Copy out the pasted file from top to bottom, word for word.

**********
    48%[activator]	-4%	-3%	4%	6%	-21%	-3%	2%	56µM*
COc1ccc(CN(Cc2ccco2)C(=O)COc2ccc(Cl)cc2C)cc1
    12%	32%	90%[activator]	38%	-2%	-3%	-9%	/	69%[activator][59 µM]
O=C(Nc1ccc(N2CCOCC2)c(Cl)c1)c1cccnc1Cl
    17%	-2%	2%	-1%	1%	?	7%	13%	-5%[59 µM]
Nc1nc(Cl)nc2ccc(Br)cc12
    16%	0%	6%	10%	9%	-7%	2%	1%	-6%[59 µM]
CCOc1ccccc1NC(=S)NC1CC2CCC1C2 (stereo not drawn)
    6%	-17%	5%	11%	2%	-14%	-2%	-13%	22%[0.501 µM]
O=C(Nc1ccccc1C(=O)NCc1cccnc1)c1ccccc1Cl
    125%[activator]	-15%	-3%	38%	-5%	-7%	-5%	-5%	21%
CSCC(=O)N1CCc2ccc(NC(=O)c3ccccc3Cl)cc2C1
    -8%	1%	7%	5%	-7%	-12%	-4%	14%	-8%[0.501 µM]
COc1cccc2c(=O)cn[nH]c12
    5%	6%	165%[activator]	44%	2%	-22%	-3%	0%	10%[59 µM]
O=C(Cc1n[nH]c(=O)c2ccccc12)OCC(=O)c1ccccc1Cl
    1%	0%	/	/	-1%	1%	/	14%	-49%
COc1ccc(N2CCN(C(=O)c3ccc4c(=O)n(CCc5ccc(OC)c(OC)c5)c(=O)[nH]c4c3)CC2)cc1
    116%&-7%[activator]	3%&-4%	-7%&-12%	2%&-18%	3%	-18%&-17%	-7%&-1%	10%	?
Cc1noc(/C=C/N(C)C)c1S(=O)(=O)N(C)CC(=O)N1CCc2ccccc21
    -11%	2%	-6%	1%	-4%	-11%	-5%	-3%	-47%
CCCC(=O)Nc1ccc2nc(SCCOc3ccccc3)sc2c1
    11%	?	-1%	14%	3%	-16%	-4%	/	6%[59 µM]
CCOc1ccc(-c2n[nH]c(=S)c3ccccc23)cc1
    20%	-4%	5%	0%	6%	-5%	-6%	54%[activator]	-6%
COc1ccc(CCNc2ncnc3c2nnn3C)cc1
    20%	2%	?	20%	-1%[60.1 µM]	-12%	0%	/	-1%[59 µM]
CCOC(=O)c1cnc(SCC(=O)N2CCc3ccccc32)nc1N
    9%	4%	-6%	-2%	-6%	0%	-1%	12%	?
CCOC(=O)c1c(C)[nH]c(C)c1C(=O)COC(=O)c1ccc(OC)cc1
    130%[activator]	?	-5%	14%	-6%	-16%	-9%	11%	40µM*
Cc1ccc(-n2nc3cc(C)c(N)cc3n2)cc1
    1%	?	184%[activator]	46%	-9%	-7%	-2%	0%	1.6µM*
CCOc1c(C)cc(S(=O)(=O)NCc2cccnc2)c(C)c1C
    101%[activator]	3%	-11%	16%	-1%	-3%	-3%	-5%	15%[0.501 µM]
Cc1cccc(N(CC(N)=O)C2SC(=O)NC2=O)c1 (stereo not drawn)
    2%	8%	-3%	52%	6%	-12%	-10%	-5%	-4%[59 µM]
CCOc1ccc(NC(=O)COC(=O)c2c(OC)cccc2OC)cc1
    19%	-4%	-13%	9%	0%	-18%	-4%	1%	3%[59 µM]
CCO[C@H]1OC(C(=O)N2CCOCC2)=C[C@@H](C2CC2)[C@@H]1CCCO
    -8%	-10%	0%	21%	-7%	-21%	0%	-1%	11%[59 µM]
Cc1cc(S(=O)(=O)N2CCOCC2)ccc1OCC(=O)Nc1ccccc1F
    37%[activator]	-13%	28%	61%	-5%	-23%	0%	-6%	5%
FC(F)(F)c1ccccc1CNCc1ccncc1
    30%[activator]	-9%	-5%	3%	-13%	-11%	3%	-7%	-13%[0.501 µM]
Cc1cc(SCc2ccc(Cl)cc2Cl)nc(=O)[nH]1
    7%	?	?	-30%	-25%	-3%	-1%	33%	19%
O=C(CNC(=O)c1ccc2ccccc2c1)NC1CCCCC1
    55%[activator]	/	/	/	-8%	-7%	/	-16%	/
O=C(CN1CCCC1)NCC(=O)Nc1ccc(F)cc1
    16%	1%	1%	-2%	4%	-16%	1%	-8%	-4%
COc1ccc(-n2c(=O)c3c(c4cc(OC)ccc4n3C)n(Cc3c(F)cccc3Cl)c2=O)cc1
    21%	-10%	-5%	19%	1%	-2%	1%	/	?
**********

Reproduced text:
    48%[activator]	-4%	-3%	4%	6%	-21%	-3%	2%	56µM*
COc1ccc(CN(Cc2ccco2)C(=O)COc2ccc(Cl)cc2C)cc1
    12%	32%	90%[activator]	38%	-2%	-3%	-9%	/	69%[activator][59 µM]
O=C(Nc1ccc(N2CCOCC2)c(Cl)c1)c1cccnc1Cl
    17%	-2%	2%	-1%	1%	?	7%	13%	-5%[59 µM]
Nc1nc(Cl)nc2ccc(Br)cc12
    16%	0%	6%	10%	9%	-7%	2%	1%	-6%[59 µM]
CCOc1ccccc1NC(=S)NC1CC2CCC1C2 (stereo not drawn)
    6%	-17%	5%	11%	2%	-14%	-2%	-13%	22%[0.501 µM]
O=C(Nc1ccccc1C(=O)NCc1cccnc1)c1ccccc1Cl
    125%[activator]	-15%	-3%	38%	-5%	-7%	-5%	-5%	21%
CSCC(=O)N1CCc2ccc(NC(=O)c3ccccc3Cl)cc2C1
    -8%	1%	7%	5%	-7%	-12%	-4%	14%	-8%[0.501 µM]
COc1cccc2c(=O)cn[nH]c12
    5%	6%	165%[activator]	44%	2%	-22%	-3%	0%	10%[59 µM]
O=C(Cc1n[nH]c(=O)c2ccccc12)OCC(=O)c1ccccc1Cl
    1%	0%	/	/	-1%	1%	/	14%	-49%
COc1ccc(N2CCN(C(=O)c3ccc4c(=O)n(CCc5ccc(OC)c(OC)c5)c(=O)[nH]c4c3)CC2)cc1
    116%&-7%[activator]	3%&-4%	-7%&-12%	2%&-18%	3%	-18%&-17%	-7%&-1%	10%	?
Cc1noc(/C=C/N(C)C)c1S(=O)(=O)N(C)CC(=O)N1CCc2ccccc21
    -11%	2%	-6%	1%	-4%	-11%	-5%	-3%	-47%
CCCC(=O)Nc1ccc2nc(SCCOc3ccccc3)sc2c1
    11%	?	-1%	14%	3%	-16%	-4%	/	6%[59 µM]
CCOc1ccc(-c2n[nH]c(=S)c3ccccc23)cc1
    20%	-4%	5%	0%	6%	-5%	-6%	54%[activator]	-6%
COc1ccc(CCNc2ncnc3c2nnn3C)cc1
    20%	2%	?	20%	-1%[60.1 µM]	-12%	0%	/	-1%[59 µM]
CCOC(=O)c1cnc(SCC(=O)N2CCc3ccccc32)nc1N
    9%	4%	-6%	-2%	-6%	0%	-1%	12%	?
CCOC(=O)c1c(C)[nH]c(C)c1C(=O)COC(=O)c1ccc(OC)cc1
    130%[activator]	?	-5%	14%	-6%	-16%	-9%	11%	40µM*
Cc1ccc(-n2nc3cc(C)c(N)cc3n2)cc1
    1%	?	184%[activator]	46%	-9%	-7%	-2%	0%	1.6µM*
CCOc1c(C)cc(S(=O)(=O)NCc2cccnc2)c(C)c1C
    101%[activator]	3%	-11%	16%	-1%	-3%	-3%	-5%	15%[0.501 µM]
Cc1cccc(N(CC(N)=O)C2SC(=O)NC2=O)c1 (stereo not drawn)
    2%	8%	-3%	52%	6%	-12%	-10%	-5%	-4%[59 µM]
CCOc1ccc(NC(=O)COC(=O)c2c(OC)cccc2OC)cc1
    19%	-4%	-13%	9%	0%	-18%	-4%	1%	3%[59 µM]
CCO[C@H]1OC(C(=O)N2CCOCC2)=C[C@@H](C2CC2)[C@@H]1CCCO
    -8%	-10%	0%	21%	-7%	-21%	0%	-1%	11%[59 µM]
Cc1cc(S(=O)(=O)N2CCOCC2)ccc1OCC(=O)Nc1ccccc1F
    37%[activator]	-13%	28%	61%	-5%	-23%	0%	-6%	5%
FC(F)(F)c1ccccc1CNCc1ccncc1
    30%[activator]	-9%	-5%	3%	-13%	-11%	3%	-7%	-13%[0.501 µM]
Cc1cc(SCc2ccc(Cl)cc2Cl)nc(=O)[nH]1
    7%	?	?	-30%	-25%	-3%	-1%	33%	19%
O=C(CNC(=O)c1ccc2ccccc2c1)NC1CCCCC1
    55%[activator]	/	/	/	-8%	-7%	/	-16%	/
O=C(CN1CCCC1)NCC(=O)Nc1ccc(F)cc1
    16%	1%	1%	-2%	4%	-16%	1%	-8%	-4%
COc1ccc(-n2c(=O)c3c(c4cc(OC)ccc4n3C)n(Cc3c(F)cccc3Cl)c2=O)cc1
    21%	-10%	-5%	19%	1%	-2%	1%	/	?